What is "Practicing?" And How do I do it?

What does it mean to “practice?”

To most non-lawyers, doctors, and artists of all stripes, this word sounds like what one does to improve at a leisure activity. For medical professionals and lawyers, a “practice” is what is done to make money, a remunerative activity in itself. However, to artists, “practice” is what they do to hone or maintain their craft in order that they are able to make money. In this use of the word, one’s “practice” does not directly create revenue but instead leads towards the ability to create a career in a separate genre of activity, often (but not exclusively) called “performance.” While it is true that performing at a high level is a skill itself, I believe the vast majority of musicians would agree with me that the skills they display in performance came first and foremost came from “the room.” 

Therefore, in order to display maximum competency in performance, it becomes wholly important to gain as much skill as possible in the practice room. This is achieved by practicing appropriate repertoire, in an efficient manner, within proper sequence.  In other words, how you practice is just as important as what you practice. In my experience, most high school and collegiate, and even many graduate student musicians practice inefficiently (read: poorly). Practicing efficiently is work: nothing more, nothing less. You must be efficient in the practice room to improve at any acceptable pace. And in order to do this, you have to have to practice strategically.  Put simply, it takes a lot of discipline to “practice” in a manner that efficiently grows one’s ability on stage.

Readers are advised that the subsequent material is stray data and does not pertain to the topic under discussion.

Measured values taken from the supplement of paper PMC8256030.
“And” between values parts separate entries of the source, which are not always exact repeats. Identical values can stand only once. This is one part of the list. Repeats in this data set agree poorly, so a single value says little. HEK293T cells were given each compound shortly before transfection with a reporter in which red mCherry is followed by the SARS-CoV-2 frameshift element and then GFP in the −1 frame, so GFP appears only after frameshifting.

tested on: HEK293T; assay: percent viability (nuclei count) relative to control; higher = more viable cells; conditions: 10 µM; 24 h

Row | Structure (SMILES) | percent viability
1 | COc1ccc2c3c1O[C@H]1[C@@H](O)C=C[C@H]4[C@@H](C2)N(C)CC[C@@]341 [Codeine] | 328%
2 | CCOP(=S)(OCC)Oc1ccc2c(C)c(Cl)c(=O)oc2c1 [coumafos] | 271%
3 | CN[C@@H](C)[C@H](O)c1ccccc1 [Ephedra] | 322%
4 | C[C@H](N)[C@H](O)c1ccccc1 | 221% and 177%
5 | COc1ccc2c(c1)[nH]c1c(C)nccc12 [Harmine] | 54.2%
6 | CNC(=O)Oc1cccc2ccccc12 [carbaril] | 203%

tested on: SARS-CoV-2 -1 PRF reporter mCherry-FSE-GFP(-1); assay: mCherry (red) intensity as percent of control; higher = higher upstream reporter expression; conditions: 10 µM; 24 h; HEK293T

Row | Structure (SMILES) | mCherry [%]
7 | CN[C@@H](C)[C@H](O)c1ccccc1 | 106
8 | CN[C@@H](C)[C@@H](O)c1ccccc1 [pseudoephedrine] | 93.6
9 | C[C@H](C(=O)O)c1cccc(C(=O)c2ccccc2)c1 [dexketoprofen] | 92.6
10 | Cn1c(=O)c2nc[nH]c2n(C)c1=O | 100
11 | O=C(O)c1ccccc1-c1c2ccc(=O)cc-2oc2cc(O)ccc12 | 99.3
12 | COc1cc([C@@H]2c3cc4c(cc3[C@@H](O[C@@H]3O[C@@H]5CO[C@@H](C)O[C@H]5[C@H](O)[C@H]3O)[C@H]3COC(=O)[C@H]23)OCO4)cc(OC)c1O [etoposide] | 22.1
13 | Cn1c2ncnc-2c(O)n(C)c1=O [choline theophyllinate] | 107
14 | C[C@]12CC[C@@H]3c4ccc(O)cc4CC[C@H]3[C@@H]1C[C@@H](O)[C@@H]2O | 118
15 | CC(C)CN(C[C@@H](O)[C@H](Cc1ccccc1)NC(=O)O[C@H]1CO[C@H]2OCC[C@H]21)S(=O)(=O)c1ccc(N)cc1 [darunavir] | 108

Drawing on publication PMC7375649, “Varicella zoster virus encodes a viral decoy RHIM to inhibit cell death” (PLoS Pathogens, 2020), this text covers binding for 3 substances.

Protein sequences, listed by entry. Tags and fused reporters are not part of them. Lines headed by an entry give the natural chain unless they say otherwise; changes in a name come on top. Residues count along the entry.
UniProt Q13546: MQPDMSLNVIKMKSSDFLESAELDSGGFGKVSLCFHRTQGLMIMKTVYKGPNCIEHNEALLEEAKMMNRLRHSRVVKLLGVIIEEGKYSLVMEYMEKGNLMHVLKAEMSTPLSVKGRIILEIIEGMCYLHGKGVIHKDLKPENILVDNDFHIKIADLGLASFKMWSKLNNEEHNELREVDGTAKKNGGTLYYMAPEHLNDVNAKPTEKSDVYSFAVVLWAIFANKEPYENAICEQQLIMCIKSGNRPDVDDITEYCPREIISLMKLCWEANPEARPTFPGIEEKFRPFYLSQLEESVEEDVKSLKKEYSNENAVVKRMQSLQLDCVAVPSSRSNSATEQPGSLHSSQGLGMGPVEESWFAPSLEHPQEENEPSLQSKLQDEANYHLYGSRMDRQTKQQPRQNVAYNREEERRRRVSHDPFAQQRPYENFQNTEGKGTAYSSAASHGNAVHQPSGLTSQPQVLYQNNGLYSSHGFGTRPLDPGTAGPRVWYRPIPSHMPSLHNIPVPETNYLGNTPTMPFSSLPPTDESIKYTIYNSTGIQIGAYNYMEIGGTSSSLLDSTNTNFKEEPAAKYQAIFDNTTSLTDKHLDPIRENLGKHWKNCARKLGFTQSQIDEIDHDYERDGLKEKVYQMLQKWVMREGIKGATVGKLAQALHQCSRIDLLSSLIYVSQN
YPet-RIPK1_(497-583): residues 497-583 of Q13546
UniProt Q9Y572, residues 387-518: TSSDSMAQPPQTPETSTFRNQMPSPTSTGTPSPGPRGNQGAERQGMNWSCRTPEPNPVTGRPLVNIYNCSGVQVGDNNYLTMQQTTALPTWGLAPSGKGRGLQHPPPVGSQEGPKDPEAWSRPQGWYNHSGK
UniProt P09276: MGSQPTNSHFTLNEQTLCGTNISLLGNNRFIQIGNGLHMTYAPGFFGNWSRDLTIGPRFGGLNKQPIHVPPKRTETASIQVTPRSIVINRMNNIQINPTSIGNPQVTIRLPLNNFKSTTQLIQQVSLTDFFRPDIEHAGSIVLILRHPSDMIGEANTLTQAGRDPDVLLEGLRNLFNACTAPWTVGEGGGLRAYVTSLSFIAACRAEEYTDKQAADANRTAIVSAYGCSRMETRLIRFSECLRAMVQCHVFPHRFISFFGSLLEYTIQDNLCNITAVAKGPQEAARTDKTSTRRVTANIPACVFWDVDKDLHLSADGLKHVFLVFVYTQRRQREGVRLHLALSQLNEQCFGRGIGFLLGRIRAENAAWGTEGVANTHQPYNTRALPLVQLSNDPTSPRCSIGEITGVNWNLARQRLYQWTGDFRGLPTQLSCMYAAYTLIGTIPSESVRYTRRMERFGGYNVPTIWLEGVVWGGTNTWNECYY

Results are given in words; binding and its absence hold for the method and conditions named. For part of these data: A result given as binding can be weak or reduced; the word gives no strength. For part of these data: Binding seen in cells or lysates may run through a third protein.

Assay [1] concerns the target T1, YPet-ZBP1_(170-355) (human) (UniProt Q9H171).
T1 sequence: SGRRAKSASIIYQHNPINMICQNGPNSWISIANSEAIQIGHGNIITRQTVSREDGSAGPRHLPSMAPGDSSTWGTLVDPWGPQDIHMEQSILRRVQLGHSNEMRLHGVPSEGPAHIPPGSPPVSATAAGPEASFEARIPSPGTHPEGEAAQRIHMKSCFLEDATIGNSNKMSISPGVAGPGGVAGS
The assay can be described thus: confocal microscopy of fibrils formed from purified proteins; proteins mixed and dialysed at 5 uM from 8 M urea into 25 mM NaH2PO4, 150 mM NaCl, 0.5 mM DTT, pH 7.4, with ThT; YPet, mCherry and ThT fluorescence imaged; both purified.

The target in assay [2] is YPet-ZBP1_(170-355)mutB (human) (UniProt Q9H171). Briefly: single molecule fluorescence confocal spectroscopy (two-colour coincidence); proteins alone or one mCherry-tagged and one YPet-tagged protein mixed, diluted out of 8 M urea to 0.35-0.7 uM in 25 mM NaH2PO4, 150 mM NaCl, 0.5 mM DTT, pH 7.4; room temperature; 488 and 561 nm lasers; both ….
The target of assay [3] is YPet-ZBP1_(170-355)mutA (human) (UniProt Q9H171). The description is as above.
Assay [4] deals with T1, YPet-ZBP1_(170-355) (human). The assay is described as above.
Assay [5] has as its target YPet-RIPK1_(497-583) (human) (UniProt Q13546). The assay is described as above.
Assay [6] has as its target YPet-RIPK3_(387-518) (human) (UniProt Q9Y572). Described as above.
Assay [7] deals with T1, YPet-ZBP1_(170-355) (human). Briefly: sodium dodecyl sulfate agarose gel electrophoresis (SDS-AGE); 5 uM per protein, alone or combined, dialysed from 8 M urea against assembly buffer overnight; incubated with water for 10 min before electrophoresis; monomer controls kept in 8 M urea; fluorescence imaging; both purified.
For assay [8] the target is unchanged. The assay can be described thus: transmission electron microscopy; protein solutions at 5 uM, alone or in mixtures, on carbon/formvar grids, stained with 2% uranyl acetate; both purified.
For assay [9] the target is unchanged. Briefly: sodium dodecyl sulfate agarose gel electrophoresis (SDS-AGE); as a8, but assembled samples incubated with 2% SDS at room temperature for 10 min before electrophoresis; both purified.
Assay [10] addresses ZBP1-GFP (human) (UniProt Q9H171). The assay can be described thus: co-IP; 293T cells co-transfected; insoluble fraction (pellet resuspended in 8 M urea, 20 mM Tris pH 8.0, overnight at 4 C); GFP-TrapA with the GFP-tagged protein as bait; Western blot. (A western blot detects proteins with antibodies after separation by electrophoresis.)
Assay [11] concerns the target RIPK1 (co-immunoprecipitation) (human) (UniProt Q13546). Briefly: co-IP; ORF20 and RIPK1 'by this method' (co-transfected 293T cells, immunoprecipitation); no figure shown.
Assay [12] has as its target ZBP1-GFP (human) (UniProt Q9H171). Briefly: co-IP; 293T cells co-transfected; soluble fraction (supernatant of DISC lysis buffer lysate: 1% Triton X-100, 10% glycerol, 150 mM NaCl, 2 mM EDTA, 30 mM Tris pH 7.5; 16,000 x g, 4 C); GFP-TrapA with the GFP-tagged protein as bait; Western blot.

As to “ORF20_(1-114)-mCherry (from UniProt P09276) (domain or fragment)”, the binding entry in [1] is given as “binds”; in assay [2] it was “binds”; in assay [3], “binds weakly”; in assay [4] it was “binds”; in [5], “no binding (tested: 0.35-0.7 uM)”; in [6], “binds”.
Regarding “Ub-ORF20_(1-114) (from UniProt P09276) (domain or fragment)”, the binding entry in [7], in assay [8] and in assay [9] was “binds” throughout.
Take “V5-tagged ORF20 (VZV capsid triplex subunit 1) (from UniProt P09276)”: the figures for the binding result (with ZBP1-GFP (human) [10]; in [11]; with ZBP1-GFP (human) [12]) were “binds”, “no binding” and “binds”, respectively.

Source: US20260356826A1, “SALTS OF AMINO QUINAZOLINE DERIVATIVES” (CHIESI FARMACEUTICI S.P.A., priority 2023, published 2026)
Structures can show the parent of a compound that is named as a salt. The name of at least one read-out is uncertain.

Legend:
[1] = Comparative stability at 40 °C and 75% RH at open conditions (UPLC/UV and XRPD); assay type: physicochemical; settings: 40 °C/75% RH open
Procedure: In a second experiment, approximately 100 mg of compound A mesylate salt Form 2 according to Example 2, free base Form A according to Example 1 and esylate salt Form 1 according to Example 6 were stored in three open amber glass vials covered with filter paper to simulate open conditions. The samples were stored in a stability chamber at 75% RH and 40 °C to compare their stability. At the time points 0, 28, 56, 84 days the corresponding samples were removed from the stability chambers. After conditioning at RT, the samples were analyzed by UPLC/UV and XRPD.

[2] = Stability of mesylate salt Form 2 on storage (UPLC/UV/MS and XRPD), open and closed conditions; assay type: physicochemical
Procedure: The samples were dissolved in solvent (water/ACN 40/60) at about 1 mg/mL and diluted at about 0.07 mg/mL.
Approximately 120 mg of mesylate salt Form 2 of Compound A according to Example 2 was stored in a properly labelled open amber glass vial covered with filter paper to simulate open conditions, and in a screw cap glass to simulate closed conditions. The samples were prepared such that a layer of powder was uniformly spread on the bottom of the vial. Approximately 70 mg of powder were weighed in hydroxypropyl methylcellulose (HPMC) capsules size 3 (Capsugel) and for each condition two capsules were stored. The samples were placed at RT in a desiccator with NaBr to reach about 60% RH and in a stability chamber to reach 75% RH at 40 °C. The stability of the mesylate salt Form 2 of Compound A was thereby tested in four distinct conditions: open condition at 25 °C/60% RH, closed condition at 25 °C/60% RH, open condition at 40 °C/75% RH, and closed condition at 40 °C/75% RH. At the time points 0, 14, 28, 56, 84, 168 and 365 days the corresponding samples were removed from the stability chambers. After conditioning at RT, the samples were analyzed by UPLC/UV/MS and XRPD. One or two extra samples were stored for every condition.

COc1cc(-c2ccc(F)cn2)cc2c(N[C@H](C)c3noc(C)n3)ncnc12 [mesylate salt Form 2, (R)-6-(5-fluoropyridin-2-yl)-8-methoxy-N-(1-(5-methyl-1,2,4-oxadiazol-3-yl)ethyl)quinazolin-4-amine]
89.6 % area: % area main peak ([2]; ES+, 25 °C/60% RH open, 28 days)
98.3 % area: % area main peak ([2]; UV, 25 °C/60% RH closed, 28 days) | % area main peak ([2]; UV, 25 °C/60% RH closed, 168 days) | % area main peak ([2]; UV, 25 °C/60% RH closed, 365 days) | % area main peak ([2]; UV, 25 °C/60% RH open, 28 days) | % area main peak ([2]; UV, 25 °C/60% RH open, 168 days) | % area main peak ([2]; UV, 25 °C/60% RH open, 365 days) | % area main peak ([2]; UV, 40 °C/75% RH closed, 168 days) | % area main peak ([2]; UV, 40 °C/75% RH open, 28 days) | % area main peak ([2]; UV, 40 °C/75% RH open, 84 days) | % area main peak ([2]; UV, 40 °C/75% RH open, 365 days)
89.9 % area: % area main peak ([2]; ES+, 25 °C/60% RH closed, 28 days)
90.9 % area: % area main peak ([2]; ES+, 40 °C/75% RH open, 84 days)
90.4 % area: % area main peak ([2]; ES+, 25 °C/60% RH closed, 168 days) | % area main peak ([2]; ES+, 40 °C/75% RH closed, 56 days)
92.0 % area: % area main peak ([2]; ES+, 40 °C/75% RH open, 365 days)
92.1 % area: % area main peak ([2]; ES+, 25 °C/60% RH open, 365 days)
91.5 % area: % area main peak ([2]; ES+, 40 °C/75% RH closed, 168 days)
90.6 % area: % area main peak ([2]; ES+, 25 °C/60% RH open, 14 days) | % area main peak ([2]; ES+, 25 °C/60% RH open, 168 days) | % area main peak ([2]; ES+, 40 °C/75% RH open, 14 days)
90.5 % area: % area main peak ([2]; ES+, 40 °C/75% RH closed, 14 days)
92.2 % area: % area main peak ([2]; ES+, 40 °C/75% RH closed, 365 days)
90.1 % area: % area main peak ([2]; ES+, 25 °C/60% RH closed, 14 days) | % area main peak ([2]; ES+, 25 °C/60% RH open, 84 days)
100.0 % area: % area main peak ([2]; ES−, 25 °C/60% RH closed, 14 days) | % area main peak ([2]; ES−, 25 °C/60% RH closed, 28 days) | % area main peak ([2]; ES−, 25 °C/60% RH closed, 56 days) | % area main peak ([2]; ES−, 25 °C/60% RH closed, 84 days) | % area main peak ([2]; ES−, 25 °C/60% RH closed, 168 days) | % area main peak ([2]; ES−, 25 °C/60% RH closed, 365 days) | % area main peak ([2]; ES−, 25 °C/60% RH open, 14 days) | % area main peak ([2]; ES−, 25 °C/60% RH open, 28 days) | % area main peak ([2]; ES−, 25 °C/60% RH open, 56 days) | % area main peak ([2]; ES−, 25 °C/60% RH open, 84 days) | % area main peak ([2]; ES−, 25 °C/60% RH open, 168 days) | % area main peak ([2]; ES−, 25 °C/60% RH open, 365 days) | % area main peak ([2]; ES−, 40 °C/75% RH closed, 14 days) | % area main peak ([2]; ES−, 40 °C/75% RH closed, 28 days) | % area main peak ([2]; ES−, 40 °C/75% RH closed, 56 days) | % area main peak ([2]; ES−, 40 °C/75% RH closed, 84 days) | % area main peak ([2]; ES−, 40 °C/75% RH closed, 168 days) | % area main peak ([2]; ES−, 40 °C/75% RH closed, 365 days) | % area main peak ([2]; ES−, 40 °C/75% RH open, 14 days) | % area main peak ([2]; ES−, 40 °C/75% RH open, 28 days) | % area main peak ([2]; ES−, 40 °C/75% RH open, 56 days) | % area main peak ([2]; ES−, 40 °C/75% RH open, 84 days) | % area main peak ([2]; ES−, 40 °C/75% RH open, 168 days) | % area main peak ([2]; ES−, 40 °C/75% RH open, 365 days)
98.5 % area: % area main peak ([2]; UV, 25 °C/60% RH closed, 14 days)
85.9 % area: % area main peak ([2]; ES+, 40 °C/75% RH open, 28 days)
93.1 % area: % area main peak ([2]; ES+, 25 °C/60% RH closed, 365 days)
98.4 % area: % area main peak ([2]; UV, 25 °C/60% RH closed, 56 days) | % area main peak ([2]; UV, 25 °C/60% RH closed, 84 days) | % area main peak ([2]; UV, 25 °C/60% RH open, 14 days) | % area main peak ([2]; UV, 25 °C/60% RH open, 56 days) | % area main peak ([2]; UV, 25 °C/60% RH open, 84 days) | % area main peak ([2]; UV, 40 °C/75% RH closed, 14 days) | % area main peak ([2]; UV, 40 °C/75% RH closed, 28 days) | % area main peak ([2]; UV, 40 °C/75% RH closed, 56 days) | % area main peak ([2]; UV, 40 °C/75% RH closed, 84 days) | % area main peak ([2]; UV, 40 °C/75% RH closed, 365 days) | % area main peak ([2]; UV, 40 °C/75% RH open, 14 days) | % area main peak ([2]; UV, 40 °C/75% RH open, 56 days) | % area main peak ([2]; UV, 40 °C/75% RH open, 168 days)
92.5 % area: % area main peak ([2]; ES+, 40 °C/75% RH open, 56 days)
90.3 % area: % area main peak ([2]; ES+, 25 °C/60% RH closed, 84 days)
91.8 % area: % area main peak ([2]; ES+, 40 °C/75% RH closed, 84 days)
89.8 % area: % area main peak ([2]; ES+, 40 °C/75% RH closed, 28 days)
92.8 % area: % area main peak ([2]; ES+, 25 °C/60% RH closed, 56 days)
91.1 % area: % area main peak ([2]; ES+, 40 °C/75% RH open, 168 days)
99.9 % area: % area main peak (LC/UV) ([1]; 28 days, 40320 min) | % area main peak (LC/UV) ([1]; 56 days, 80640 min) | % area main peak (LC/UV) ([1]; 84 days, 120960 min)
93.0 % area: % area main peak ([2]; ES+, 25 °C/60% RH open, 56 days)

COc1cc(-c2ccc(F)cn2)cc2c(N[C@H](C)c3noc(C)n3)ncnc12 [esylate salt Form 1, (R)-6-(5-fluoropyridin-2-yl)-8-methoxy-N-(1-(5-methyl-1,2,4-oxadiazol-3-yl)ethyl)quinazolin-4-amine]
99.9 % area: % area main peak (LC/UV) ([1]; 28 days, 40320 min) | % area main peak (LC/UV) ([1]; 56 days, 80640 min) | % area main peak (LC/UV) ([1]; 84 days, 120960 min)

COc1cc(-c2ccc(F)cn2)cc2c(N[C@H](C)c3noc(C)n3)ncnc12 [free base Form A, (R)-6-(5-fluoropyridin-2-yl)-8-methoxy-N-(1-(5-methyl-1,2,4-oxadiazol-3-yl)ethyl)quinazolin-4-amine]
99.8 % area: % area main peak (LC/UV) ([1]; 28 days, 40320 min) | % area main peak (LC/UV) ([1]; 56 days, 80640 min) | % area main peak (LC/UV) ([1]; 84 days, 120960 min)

To assist young trumpeters in tackling this huge issue, the next several blog posts will form a mini-series on some of the items on the sheet below. Obviously, not every strategy will work for every passage, but it has been my experience that any passage you can imagine will benefit from using one or more of these practice strategies while preparing for performance. I will display how one could use between one and three strategies per post. These strategies will be displayed via their effect on the specifics a difficult passage in a trumpet solo, etude or orchestral excerpt that has, in my experience, benefitted students and my own playing while preparing for performance. This type of activity constitutes a full 50% of the time I spend teaching in lessons.

I received this sheet from Tom Booth at The Round Top Festival Institute in the summer of 2011, and have since expanded and adapted it for my own playing. While it has brought me much misery in the practice room, it has definitely brought a larger return on my “room” time than I could have ever imagined: without the practice strategies I gained at Round Top, I would not be close to the caliber of player I am today.